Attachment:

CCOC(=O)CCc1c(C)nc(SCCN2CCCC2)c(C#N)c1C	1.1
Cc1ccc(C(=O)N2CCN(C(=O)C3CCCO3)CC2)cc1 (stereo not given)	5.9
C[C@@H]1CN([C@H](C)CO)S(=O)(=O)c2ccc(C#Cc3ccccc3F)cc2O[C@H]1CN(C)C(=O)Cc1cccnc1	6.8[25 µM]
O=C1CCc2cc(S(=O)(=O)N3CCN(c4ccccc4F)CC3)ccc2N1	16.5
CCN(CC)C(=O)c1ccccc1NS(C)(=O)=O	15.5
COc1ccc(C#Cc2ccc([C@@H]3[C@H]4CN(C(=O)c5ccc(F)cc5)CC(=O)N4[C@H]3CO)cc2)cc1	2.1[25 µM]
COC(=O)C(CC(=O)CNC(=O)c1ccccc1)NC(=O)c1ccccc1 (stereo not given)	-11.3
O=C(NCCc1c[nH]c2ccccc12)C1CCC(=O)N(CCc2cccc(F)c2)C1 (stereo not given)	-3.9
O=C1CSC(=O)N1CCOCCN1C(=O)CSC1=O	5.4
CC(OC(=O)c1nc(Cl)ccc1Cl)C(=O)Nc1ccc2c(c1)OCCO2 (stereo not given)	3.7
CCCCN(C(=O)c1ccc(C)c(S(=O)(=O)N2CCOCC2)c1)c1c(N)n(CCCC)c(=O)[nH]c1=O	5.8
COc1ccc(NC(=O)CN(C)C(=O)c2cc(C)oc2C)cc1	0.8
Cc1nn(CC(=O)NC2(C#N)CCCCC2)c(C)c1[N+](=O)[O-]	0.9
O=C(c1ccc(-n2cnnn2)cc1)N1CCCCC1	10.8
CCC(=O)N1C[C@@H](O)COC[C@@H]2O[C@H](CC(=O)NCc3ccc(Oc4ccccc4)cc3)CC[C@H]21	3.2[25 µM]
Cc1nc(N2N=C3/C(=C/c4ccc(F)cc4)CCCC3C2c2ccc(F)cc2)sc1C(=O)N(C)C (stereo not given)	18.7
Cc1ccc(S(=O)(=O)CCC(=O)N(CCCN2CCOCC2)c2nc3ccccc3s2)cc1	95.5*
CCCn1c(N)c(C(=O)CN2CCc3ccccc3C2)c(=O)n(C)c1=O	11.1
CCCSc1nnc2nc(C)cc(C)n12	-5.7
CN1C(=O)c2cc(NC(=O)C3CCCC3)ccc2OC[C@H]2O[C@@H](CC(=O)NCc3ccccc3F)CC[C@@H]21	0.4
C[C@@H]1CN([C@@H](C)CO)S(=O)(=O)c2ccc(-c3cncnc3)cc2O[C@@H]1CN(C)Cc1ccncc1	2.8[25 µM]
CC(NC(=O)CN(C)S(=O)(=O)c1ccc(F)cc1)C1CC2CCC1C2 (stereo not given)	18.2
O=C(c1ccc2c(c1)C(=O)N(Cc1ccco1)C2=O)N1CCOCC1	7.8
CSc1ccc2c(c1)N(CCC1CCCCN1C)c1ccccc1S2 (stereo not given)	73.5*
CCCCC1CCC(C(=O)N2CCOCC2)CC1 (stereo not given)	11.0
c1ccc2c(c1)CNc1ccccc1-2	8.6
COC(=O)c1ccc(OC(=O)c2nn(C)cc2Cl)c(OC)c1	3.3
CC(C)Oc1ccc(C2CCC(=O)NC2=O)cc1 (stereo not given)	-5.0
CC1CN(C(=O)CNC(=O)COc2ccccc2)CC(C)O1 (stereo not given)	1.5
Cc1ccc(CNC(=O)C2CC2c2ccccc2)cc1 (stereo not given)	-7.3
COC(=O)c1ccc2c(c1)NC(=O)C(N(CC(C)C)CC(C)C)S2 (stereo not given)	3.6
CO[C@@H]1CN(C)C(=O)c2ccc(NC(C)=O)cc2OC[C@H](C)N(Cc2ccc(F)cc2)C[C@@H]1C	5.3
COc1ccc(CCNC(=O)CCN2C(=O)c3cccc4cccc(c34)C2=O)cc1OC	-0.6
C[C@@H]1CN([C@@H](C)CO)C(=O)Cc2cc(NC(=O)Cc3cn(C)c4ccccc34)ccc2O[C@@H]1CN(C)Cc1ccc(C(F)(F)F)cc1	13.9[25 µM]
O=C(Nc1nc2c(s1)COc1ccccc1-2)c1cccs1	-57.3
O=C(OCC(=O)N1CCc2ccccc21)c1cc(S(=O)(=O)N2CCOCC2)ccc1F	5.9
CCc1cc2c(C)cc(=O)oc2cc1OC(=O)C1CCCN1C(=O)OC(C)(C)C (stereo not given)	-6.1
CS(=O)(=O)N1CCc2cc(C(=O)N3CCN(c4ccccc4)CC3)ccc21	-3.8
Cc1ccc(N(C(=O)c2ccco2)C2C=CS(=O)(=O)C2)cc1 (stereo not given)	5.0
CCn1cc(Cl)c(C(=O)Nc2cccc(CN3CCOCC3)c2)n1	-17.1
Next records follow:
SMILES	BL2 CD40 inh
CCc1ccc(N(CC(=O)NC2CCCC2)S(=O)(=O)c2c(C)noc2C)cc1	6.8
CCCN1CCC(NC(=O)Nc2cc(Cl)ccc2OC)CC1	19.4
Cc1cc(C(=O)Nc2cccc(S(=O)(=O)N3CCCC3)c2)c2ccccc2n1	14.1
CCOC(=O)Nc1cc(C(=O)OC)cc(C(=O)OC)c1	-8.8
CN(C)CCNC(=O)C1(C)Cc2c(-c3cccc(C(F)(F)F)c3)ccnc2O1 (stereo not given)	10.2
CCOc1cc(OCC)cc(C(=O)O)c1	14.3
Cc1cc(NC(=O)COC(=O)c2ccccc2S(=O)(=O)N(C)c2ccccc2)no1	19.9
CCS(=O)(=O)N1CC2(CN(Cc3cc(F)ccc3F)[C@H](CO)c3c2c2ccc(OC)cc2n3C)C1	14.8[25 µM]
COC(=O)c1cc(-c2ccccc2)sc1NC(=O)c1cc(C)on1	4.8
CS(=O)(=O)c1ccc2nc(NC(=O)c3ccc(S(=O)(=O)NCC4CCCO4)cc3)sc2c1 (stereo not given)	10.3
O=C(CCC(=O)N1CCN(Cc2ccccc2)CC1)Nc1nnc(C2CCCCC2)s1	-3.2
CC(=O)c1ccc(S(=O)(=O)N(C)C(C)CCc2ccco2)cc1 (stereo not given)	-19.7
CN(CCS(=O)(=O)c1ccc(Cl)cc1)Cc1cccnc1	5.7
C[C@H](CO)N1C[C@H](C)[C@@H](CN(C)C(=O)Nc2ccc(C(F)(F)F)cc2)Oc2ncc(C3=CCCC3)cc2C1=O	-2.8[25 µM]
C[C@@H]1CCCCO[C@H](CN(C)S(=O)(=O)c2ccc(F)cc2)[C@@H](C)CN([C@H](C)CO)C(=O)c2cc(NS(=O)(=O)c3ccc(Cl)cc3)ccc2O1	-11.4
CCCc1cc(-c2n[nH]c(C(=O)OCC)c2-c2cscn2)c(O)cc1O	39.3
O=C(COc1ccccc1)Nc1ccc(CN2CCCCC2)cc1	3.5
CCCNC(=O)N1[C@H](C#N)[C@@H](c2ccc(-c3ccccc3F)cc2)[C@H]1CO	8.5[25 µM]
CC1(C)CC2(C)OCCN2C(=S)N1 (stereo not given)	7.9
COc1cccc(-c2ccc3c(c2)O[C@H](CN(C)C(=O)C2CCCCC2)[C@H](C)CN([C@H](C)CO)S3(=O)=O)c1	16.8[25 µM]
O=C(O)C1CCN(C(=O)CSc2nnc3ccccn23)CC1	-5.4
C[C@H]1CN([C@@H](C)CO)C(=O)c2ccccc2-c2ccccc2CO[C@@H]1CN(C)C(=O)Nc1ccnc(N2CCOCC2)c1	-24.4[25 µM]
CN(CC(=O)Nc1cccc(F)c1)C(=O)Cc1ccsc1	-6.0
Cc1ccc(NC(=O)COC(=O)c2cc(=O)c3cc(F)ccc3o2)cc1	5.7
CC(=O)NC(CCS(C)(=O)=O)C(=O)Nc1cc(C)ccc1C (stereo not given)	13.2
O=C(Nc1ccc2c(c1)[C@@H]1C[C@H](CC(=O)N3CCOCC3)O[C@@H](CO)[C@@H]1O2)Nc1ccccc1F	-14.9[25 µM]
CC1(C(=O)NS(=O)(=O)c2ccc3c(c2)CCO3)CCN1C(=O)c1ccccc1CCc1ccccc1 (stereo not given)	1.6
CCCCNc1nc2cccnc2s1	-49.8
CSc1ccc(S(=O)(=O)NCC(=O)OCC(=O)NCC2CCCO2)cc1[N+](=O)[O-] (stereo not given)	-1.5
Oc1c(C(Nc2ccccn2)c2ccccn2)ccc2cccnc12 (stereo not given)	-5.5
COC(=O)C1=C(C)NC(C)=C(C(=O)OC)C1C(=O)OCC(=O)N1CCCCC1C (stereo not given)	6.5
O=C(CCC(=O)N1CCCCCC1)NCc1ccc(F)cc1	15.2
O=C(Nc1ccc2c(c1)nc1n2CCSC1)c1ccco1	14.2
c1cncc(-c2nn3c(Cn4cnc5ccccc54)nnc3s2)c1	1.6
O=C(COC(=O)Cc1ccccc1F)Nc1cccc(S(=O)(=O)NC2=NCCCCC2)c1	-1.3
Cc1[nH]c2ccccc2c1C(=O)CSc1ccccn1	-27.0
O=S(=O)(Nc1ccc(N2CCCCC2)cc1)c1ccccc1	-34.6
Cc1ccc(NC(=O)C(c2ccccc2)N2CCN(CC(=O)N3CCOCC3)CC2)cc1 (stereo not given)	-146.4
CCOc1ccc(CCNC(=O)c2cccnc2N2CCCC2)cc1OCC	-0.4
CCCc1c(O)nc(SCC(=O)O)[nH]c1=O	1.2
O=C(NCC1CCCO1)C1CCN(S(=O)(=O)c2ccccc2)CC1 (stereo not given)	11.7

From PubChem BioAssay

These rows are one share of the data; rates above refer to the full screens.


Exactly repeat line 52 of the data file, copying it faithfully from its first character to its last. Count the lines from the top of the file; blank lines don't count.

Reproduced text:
CS(=O)(=O)c1ccc2nc(NC(=O)c3ccc(S(=O)(=O)NCC4CCCO4)cc3)sc2c1 (stereo not given)	10.3